There are moments when the writers of Mad Men have simply stripped out the dialogue, and allowed Hamm’s face to do all the heavy lifting—to go from serene to angry to defeated in a few seconds. To break down and then build back up. There are times when no words are spoken, because words are for lesser actors. (That's especially true in the series' finale which should be fresh in your memory.)

Now, listen, Emmys. You’ve denied Hamm the award when he delivered the Season 3's The Gypsy and the Hobo, the complete breakdown of his façade, as Betty Draper confronted her husband with the evidence that he was another man. You’ve denied it to him when he delivered The Suitcase, the season 4 episode widely considered Mad Men’s finest hour, a two-hander in which Don falls apart, bit-by-bit, as he and Peggy Olson (Moss) tear apart their complex relationship in one long, grueling, drunken night. 

But how about now? How about an award for the series finale, Person to Person, when he learns that Betty has cancer, and silently, eloquently, lets her know he loves her? How about an award for Field Trip, as Don waits to hear about getting his job back, starting with absolute confidence, believing he is already hired, and bit-by-bit, hour by hour, becomes more nervous and more humble, all without any dialogue directly addressing the fact. Or just, you know, give it to him for kissing Peggy on top of her head as they dance in Season The Strategy.

There are many great actors on television today. I’m not saying other people aren’t worthy. I’m saying no one can do what Jon Hamm does. No one is more complex, more plastic, more impressive. Maybe someone out there is equally good, but no one is better, and seven years is too damn long to wait.


Yes No Maybe So: Johnny Depp and Yet Another Hairpiece in 'Black Mass'

Margaret here... Johnny Depp is struggling -- as much as anyone who commands a ten-figure salary and goes home to a private island can be said to be struggling. His last real hit was the fourth Pirates of the Caribbean movie in 2011, and it's been even longer since critics have had much nice to say about one of his performances. He's looking for a comeback, and it looks like he may have one in Scott Cooper's Whitey Bulger biopic Black Mass, due later this year.

Warner Brothers recently debuted footage of Black Mass at CinemaCon, and the buzz was very positive. The first official trailer was released not long after, which means we can now weigh in on whether the people who are starting to throw the O-word around are on to something, or just experiencing the power of low expectations.

trailer and YNMS breakdown after the jump 

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Best Actor. April Foolish Predictions

It's that time of year. But judging on your semi-quiet response maybe you weren't quite ready for it yet? Anyway. Light a fire. Whoohoo. It's time to pull out the crystal balls and make stupidly early Oscar predictions.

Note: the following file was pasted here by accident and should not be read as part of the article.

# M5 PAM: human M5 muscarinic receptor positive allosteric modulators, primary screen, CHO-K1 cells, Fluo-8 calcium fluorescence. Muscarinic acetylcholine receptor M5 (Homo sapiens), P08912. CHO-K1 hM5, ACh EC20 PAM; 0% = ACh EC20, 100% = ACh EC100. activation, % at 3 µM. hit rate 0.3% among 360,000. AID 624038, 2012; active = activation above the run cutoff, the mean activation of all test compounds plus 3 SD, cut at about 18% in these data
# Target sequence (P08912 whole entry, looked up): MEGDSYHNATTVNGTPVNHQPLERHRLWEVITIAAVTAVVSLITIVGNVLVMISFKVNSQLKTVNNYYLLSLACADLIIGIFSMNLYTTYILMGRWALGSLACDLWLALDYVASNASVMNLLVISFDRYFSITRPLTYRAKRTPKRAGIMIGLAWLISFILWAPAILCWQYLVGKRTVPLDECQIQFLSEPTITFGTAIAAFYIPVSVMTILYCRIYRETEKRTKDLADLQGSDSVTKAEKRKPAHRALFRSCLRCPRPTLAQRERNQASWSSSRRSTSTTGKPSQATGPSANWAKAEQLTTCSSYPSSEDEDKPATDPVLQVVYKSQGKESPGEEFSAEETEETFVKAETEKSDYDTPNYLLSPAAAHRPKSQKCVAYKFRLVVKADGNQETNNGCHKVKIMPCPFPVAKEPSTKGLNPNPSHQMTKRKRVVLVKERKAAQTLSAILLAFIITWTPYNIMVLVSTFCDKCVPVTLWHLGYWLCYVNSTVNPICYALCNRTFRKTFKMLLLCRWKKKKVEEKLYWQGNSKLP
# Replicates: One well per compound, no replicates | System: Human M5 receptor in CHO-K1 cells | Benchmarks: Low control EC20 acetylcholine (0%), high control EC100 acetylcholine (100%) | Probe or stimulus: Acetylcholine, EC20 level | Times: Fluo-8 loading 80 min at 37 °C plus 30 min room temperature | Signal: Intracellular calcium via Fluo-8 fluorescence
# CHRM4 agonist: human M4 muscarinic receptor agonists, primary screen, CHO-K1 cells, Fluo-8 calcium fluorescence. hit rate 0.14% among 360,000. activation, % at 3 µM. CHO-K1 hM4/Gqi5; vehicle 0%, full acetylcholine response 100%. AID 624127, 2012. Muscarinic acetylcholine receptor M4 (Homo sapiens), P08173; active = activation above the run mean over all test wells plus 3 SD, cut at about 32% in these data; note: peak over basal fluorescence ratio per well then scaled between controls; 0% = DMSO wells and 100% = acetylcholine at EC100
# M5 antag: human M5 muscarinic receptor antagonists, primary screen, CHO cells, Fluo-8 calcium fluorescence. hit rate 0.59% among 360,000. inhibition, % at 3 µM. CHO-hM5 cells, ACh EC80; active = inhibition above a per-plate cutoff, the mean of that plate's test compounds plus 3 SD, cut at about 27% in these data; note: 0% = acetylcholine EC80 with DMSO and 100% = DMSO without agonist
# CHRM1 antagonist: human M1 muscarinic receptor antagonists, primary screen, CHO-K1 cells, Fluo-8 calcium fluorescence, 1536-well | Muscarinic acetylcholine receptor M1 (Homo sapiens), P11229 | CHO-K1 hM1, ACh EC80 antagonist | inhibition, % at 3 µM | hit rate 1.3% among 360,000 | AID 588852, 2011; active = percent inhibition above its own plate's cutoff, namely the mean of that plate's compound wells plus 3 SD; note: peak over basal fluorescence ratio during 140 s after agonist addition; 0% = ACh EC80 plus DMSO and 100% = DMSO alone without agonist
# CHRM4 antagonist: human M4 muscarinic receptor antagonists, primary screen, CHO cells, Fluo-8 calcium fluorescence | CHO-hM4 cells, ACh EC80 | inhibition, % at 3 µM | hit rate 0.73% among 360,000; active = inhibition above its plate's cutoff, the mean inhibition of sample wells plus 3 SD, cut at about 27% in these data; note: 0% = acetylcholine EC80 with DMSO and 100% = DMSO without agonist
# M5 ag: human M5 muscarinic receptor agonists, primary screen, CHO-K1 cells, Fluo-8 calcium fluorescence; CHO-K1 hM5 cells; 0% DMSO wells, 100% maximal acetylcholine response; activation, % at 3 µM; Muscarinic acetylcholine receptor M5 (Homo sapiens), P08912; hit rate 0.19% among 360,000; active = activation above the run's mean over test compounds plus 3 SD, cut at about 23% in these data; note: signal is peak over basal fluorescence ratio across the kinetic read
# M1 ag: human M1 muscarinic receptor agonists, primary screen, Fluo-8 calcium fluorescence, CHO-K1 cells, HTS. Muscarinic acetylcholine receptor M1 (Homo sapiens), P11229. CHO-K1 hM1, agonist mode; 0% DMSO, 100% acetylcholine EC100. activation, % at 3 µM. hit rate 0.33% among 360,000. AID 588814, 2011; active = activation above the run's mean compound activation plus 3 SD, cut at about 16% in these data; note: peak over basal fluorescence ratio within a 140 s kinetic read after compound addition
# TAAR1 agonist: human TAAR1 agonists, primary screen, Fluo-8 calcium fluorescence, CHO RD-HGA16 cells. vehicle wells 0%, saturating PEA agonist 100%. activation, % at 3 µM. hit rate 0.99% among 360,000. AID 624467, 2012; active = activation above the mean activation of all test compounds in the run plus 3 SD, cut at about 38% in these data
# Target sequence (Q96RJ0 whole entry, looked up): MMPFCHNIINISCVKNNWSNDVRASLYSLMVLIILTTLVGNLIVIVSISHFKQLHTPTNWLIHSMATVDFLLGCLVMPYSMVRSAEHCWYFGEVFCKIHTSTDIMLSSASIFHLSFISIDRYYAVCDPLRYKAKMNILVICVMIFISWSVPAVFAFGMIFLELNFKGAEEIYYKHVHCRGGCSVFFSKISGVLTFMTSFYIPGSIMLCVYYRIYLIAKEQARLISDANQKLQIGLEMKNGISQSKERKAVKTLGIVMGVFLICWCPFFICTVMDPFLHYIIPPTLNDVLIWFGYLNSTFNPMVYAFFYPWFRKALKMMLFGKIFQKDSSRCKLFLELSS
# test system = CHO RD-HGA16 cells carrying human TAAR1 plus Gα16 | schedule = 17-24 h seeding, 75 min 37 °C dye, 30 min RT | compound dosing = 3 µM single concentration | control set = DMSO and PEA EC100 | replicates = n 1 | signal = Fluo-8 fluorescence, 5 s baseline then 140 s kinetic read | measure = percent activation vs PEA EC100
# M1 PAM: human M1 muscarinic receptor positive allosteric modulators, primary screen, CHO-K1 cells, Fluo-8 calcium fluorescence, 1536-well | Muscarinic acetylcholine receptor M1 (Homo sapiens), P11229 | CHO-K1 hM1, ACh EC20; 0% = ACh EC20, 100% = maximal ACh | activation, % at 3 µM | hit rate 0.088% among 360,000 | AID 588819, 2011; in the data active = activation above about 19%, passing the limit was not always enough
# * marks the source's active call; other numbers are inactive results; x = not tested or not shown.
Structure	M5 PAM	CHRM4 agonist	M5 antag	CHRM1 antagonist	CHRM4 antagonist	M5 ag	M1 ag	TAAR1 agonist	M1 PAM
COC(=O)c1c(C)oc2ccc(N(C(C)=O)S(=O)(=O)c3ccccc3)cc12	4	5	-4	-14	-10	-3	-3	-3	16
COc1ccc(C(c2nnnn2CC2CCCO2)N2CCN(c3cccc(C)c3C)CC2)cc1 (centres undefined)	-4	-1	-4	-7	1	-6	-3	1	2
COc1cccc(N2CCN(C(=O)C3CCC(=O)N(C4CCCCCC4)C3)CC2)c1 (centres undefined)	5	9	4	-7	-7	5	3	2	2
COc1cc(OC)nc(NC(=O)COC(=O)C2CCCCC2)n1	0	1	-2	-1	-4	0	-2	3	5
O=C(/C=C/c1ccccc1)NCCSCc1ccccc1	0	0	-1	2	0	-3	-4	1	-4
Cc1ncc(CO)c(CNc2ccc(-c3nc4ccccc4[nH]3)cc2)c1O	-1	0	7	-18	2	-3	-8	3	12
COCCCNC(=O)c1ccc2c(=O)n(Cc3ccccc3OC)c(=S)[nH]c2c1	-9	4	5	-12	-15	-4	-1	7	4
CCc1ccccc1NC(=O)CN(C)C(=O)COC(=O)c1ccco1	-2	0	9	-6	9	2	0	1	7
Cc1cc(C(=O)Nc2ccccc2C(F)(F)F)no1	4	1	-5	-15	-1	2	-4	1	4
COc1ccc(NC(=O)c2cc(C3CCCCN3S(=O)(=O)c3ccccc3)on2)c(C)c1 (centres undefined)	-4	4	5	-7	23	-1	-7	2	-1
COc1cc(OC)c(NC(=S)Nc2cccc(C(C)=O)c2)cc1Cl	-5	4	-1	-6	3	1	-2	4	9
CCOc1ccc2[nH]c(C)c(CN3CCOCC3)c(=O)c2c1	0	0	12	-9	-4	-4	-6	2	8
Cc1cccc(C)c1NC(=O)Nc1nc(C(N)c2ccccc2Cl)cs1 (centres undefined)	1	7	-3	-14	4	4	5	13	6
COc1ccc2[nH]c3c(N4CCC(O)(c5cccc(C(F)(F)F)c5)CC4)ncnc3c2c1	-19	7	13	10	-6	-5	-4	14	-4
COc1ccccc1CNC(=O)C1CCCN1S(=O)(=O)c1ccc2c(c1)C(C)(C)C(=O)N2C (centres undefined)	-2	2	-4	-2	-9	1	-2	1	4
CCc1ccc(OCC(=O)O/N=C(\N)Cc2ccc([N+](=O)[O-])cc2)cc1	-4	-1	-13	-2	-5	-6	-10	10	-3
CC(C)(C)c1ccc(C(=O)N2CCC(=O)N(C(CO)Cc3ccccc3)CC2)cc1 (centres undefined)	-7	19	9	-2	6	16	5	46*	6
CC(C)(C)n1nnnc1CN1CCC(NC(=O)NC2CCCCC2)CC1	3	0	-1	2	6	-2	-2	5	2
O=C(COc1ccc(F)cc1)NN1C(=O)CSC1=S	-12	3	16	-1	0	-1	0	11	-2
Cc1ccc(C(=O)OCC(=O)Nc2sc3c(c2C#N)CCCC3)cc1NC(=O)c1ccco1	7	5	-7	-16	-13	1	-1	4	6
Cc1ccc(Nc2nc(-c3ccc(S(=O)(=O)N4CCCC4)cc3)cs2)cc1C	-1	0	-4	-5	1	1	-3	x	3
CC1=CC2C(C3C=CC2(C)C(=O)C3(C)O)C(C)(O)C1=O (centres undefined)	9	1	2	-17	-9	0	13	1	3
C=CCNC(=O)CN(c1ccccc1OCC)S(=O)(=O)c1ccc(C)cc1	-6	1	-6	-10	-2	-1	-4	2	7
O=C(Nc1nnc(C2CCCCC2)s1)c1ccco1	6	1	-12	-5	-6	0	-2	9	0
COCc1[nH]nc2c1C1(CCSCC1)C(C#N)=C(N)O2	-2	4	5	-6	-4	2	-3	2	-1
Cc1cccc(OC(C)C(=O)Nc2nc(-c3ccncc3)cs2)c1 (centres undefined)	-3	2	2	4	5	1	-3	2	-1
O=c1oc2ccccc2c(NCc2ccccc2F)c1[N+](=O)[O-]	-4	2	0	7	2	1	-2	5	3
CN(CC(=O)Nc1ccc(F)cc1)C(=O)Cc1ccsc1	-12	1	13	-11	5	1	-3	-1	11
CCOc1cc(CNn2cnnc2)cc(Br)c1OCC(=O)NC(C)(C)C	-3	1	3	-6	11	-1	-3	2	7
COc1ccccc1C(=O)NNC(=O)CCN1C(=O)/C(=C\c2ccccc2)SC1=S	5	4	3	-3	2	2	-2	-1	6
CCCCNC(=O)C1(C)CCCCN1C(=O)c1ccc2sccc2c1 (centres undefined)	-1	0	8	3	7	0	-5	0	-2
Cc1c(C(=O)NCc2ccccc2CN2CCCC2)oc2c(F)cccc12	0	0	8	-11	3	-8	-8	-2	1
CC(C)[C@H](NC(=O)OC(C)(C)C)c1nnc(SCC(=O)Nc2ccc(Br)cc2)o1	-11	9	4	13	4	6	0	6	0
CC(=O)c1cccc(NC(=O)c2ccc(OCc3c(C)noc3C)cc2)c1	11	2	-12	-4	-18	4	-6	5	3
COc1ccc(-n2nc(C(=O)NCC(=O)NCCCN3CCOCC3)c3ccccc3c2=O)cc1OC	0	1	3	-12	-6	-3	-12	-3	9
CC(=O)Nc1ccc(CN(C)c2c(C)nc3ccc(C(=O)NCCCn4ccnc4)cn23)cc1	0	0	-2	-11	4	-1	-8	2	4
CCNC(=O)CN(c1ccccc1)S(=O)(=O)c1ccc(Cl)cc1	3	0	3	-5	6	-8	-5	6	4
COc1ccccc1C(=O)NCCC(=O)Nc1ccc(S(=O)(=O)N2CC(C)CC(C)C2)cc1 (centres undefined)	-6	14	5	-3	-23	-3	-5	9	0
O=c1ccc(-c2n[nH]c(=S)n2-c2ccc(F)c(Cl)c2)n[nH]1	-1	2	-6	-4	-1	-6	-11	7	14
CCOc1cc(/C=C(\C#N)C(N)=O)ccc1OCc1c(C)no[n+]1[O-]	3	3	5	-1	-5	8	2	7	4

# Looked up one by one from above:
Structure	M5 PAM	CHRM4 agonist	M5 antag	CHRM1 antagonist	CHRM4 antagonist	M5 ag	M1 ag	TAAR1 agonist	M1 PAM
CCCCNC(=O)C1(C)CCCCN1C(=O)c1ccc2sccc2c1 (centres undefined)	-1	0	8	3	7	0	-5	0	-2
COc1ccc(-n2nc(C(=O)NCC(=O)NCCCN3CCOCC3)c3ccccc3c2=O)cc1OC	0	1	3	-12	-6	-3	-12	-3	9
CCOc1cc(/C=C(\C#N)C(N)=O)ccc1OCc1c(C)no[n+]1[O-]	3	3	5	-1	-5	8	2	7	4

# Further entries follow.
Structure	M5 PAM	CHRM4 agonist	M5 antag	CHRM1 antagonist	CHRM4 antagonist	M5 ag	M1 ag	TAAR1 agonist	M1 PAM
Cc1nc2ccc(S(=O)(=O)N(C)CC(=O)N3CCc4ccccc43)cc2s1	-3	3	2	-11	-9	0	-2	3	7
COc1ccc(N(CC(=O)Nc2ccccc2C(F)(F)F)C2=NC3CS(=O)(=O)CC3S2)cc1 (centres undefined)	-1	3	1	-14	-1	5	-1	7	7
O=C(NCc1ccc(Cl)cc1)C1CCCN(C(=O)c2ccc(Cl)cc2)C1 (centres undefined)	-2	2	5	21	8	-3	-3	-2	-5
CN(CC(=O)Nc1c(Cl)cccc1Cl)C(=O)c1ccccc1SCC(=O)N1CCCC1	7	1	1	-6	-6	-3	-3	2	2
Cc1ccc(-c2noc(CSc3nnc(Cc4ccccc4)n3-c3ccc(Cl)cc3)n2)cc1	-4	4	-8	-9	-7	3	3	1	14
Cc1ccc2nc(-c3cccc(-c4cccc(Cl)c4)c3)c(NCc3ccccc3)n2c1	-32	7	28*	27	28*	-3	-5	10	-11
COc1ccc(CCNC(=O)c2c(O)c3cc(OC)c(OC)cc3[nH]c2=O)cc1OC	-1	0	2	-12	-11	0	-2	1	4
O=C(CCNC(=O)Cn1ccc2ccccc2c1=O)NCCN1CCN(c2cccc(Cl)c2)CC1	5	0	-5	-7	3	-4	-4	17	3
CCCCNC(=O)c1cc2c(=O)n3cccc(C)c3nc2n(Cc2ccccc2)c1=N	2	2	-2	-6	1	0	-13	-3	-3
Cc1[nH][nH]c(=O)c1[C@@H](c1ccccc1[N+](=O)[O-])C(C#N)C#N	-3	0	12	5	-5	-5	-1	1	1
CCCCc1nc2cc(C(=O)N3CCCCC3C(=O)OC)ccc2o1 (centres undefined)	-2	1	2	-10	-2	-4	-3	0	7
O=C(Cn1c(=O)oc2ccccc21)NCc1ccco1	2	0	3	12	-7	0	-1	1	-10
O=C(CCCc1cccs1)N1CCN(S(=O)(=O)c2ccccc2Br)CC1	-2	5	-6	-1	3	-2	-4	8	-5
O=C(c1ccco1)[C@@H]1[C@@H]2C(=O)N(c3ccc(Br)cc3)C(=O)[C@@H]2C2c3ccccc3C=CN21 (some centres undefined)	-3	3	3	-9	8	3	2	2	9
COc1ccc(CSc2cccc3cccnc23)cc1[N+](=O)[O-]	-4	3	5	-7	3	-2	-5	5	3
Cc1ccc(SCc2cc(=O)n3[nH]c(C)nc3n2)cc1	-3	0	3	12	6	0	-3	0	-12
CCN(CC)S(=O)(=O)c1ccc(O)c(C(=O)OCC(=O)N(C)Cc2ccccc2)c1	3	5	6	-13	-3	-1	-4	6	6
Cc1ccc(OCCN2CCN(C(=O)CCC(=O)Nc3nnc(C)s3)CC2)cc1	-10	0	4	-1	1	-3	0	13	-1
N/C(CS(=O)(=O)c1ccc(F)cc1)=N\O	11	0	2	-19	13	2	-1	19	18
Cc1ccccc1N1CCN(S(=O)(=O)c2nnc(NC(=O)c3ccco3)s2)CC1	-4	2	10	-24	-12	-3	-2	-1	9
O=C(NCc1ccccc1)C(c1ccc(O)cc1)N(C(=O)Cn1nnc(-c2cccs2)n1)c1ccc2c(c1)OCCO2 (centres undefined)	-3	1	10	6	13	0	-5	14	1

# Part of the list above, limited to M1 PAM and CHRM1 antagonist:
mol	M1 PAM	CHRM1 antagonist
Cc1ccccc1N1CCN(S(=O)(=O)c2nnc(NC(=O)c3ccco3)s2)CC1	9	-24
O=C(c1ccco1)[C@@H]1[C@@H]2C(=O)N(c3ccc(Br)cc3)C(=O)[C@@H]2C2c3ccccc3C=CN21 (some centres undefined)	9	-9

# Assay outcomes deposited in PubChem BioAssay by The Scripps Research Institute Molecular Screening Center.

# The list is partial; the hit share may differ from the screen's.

There are so very many questions to ask about the forthcoming Best Actor race. These are just 8 of them:

• Can Eddie Redmayne (The Danish Girl) be the first back-to-back acting winner in 21 years?
• Will Tom Hiddleston (I Saw the Light) & Don Cheadle (Miles Ahead) do their musician legend biopics proud?
• Will Michael Fassbender prove Michael Fassbender's undoing (5 leading roles this year)?
• Same question for Jake Gyllenhaal (3 leading roles this year)?
• Perennial Write-In Question from Leo "when will it finally be my turn?" 
• Can money-grubbers Will Smith (Concussion) & Johnny Depp (Black Mass) find artistic redemption and thus Oscar favor?
• Can Bryan Cranston (Trumbo) triple-crown by February next year? He's already got the Tony & the Emmy 
• Will any of the old guard (Warren Beatty, Tom Courtenay, Sir Ian McKellen) rise up?
• Will Beasts of No Nation sort out its theater vs online situation so that Idris Elba has a shot?



Yes No Maybe So: Southpaw

If this post were a sportsmovie, it would be like the first hint of a redemption arc to come after a downward spiral. Yes, I'm (gasp) over 48 hours late saying "yes" to Jake Gyllenhaal.

It's always "yes" so what's the rush?

The occasion is the first trailer to Southpaw, Jakey's new boxing movie from director of dark violent machismo programmers Antoine Fuqua (Training Day, Olympus has Fallen, The Equalizer). In other words, we'd have no interest at all if it didn't star actors we obsess over. But we're already jumping into the Yes No Maybe So breakdown so let's just get the eternal "yes" that is Jake Gyllenhaal and our Gyllenhaalism out of the way first.

The only thing that could make slo mo and fetishisizing body shots of Jake Gyllenhaal's physique better is if his tattoos were more relatable, like...